Countries must not be complacent about the state of the global economy, despite brighter signs of recovery, Japanese Finance Minister Naoto Kan on Saturday warned his counterparts at the International Monetary Fund.

Huge public debt in developed countries and surging capital inflows to emerging economies could disrupt growth, Kan said.

The remarks came after finance leaders from the Group of 20 rich and emerging countries said on Friday that while they had secured a better-than-expected global economic recovery, they were wary of overconfidence as Greece's debt crisis put the focus on worsening public finances.

Although the global economy is showing some signs of recovery, there still seems to be risks that could disrupt the world economy and financial markets, according to the text of Kan's speech to the IMF's International Monetary and Financial Committee. Thus, we should remain cautious about future prospects.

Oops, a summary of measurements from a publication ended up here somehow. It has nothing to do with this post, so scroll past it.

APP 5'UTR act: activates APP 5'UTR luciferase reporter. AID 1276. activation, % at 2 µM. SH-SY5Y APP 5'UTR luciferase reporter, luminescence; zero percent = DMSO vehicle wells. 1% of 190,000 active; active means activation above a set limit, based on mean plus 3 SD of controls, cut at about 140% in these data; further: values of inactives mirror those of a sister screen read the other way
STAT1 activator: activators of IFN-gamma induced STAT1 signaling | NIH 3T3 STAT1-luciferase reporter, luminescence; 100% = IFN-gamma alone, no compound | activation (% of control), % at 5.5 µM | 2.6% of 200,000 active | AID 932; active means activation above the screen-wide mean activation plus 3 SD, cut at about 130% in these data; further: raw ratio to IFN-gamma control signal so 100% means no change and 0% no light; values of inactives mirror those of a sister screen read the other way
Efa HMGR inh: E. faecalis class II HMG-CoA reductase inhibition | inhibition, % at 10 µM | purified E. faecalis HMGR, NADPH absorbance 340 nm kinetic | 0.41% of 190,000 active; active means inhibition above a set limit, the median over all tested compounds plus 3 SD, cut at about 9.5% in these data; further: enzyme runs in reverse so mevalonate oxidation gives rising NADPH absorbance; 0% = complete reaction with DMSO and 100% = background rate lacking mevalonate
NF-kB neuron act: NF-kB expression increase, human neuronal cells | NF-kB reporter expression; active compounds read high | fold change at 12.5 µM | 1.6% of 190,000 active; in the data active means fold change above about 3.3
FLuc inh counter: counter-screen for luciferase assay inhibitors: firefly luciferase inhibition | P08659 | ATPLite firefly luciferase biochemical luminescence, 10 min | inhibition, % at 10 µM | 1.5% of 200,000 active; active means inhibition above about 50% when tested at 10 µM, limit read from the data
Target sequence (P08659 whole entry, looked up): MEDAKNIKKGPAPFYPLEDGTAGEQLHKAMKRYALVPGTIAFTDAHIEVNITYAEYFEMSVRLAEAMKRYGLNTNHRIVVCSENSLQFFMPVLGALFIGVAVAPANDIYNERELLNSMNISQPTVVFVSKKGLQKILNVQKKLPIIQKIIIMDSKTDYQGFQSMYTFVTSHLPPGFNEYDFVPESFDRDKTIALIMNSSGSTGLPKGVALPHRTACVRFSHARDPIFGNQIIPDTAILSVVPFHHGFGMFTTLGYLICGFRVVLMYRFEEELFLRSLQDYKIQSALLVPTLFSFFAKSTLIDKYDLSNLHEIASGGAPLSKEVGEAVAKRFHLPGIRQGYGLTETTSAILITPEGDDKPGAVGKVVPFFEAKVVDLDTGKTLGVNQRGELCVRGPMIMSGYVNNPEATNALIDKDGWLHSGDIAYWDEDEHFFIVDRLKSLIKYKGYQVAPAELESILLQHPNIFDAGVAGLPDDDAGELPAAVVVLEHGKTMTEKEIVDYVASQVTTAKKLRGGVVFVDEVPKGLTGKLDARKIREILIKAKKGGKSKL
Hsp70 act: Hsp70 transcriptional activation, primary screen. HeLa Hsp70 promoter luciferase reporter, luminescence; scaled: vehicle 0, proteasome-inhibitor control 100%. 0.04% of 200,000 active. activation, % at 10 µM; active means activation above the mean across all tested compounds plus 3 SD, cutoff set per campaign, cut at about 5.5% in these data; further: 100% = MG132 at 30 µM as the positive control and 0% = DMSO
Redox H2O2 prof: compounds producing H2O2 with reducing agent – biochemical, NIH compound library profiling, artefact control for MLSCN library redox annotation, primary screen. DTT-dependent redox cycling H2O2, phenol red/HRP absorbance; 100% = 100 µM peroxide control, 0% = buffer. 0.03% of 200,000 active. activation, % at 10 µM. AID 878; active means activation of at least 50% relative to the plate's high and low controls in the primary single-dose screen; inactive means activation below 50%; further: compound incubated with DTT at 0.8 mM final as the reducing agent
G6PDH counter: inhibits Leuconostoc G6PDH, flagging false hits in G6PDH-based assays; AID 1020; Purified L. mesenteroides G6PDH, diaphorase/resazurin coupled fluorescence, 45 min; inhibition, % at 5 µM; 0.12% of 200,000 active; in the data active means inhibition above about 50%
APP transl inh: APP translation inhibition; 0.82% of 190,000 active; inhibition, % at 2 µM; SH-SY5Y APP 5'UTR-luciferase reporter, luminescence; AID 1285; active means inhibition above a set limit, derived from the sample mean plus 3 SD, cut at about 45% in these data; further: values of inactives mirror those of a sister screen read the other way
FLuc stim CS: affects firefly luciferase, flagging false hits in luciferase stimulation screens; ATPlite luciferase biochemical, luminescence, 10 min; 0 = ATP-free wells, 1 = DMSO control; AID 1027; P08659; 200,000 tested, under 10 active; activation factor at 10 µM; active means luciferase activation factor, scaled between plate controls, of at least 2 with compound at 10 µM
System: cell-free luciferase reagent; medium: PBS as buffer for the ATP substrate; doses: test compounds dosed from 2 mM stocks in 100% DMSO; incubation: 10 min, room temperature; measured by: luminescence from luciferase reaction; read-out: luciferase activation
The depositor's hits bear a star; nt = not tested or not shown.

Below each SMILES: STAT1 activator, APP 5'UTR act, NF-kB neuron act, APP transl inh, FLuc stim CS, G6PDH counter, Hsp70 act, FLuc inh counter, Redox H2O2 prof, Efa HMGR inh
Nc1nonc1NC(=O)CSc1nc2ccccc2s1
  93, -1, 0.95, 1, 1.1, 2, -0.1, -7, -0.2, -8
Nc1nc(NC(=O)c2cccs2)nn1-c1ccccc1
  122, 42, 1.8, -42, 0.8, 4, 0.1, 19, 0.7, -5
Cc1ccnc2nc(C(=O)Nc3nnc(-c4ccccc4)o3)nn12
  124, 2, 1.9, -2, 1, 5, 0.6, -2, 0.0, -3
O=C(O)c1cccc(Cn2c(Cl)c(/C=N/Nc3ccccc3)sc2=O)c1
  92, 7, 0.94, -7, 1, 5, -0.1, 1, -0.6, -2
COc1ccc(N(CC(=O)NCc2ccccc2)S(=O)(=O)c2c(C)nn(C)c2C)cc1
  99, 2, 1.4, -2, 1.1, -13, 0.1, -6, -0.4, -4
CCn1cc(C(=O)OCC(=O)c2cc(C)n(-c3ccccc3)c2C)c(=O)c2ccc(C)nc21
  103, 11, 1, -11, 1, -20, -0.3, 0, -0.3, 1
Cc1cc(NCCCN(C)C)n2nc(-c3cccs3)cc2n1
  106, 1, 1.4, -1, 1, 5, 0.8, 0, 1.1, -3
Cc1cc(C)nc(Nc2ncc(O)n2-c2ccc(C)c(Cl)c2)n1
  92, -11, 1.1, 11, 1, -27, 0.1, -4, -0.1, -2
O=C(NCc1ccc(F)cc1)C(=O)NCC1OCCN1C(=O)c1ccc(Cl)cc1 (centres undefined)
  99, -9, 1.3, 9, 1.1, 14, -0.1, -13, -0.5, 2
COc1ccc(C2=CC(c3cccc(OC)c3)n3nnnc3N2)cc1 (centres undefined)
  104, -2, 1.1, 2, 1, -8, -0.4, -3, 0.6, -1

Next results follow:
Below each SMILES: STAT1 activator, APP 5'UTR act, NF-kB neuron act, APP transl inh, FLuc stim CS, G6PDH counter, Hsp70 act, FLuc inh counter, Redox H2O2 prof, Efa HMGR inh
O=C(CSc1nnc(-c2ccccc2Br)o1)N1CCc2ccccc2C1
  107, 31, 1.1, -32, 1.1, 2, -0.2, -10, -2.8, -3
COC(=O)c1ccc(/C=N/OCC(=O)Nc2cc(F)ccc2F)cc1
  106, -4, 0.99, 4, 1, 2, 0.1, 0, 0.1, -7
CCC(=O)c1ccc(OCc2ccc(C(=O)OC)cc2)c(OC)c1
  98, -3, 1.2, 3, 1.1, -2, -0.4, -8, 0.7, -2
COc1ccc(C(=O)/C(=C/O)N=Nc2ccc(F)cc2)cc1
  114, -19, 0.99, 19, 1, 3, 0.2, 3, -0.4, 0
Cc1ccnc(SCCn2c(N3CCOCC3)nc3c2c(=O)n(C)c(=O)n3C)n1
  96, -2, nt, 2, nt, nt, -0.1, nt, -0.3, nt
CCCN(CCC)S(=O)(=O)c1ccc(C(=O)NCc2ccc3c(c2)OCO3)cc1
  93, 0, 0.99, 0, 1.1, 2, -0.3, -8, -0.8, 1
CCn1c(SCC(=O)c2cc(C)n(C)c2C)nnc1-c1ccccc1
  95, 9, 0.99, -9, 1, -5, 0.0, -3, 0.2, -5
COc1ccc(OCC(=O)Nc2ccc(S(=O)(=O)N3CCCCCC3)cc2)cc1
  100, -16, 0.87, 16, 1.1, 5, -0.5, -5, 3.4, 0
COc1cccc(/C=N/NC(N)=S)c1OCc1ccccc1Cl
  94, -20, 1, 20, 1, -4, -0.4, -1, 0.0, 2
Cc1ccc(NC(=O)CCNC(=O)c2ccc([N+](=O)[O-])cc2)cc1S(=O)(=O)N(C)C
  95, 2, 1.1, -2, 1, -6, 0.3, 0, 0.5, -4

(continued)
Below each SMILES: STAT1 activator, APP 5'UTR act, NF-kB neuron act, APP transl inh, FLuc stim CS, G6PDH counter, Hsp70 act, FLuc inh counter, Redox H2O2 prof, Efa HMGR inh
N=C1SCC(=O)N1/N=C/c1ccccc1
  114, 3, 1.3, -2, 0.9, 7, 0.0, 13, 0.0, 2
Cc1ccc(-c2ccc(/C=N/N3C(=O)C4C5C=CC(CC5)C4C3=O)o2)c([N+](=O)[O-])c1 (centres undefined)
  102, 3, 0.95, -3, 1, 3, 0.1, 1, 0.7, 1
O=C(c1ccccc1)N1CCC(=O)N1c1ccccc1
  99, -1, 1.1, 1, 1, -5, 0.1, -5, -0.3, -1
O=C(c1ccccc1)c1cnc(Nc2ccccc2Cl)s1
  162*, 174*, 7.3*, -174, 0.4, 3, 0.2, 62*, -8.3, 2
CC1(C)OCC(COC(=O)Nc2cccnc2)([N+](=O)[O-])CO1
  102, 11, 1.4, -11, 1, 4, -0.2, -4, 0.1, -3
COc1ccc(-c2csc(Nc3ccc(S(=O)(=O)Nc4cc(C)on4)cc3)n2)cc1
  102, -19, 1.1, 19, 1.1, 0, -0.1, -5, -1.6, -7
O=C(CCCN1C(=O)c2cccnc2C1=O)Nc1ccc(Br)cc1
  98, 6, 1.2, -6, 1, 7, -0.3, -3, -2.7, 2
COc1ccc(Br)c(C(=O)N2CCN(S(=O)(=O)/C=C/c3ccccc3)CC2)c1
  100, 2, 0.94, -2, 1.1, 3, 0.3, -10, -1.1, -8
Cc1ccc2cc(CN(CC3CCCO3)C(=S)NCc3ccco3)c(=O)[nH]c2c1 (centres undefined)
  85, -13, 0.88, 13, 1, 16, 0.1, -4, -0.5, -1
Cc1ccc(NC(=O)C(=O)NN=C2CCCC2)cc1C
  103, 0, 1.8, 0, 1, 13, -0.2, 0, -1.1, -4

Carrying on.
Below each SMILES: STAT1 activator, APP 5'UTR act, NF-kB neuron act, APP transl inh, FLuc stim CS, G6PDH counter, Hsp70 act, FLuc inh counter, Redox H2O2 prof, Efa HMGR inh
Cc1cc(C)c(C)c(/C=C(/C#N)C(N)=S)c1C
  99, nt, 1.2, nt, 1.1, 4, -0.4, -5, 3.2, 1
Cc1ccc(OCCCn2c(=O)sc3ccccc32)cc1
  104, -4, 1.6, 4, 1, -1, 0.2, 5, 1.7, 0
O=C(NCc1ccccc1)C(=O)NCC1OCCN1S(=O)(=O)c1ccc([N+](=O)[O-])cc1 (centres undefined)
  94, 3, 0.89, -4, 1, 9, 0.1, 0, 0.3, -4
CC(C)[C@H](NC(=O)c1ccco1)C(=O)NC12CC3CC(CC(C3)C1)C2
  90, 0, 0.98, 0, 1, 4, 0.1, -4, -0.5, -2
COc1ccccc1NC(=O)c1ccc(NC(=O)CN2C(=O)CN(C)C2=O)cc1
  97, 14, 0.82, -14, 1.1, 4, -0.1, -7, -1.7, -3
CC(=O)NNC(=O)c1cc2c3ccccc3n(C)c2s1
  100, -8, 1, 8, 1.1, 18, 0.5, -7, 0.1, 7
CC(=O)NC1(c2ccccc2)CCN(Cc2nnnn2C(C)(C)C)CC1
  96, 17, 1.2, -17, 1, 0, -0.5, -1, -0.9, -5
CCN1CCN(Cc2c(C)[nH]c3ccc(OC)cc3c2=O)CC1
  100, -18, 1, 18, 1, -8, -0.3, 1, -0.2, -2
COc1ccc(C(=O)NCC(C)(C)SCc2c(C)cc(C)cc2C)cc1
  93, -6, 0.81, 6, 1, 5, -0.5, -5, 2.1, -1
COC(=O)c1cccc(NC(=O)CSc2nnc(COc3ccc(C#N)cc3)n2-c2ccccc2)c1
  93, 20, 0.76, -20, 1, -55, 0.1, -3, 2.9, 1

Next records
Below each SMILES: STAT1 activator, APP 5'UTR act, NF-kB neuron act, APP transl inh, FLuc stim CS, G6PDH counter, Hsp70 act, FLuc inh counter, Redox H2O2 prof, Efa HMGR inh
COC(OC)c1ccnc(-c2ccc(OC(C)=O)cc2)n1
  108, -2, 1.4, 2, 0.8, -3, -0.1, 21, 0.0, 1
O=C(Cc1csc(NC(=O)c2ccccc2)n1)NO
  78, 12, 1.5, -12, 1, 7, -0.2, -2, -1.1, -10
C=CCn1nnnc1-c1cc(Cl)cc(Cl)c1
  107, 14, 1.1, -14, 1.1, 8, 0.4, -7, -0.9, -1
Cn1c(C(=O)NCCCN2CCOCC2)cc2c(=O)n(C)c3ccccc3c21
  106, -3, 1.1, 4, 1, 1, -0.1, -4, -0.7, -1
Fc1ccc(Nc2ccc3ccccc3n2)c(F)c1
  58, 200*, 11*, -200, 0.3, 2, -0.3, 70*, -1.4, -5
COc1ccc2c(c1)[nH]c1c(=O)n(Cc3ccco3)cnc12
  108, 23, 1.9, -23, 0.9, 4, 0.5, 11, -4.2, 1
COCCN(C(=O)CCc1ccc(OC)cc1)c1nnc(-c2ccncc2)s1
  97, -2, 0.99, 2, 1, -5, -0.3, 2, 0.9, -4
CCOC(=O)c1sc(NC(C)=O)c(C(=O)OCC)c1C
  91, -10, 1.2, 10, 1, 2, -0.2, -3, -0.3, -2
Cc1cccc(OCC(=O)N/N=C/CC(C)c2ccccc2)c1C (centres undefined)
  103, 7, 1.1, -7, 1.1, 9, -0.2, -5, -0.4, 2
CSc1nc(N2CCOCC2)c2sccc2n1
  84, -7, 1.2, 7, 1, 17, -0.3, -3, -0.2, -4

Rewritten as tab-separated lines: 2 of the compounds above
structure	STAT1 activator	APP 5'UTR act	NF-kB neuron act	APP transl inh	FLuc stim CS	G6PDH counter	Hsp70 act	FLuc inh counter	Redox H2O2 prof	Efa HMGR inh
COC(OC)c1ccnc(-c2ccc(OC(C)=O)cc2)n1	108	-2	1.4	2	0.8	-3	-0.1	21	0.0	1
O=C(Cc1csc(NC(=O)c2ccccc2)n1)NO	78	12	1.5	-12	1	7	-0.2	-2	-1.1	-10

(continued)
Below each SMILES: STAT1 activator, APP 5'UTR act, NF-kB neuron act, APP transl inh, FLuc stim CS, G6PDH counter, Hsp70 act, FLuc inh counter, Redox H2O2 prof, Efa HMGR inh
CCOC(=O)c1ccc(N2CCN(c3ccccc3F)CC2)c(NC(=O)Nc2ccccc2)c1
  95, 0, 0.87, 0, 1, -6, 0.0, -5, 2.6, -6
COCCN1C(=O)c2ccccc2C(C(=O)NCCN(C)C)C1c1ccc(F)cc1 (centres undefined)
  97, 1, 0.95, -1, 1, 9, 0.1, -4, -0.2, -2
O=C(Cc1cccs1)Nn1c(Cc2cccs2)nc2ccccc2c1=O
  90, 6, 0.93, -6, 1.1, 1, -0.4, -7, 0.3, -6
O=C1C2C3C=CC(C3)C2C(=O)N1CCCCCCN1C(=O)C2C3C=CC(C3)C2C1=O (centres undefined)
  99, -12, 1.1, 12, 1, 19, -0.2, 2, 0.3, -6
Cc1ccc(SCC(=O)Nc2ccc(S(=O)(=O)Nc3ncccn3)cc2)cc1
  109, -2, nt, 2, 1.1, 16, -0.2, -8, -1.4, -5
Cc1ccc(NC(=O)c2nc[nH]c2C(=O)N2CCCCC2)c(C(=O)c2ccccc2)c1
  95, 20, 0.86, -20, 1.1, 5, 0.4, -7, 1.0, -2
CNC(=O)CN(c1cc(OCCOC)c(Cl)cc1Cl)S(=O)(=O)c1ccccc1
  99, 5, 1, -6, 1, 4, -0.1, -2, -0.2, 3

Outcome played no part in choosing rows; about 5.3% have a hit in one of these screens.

Kan said Japan's economy now seems to have a better chance of overcoming difficulties, but he added that the situation remains tough as shown in its persistently high jobless rate.

Under these circumstances, for the time being, we need to maintain the economic stimulus measures to ensure recovery, he said.

Japan faces a tough balancing act of keeping its fragile economy afloat while reining in a huge public debt that has reached 200 percent of gross domestic product -- the highest in the G7.

Deflation is adding to the pain by discouraging investment and spending, although the IMF said price drops were likely to slow as Japan's economy gradually recovers.

On IMF reform, Kan said the Fund should consider new types of facilities that would enable it to provide large loans more flexibly and promptly.

He did not elaborate but said currency swap arrangements that were put in place by central banks during the crisis played a key role in easing funding strains.

The Fund also needs to boost its capital and amend its Article to add as its key mandate the need to ensure global financial stability, taking into account lessons learned from the crisis, Kan said.

The word 'crisis' originates from the Greek word 'krisis,' which means the turning point of a disease. What we are facing now is precisely this -- a turning point, he said, stressing the need to sustain reform efforts.

(Editing by Padraic Cassidy)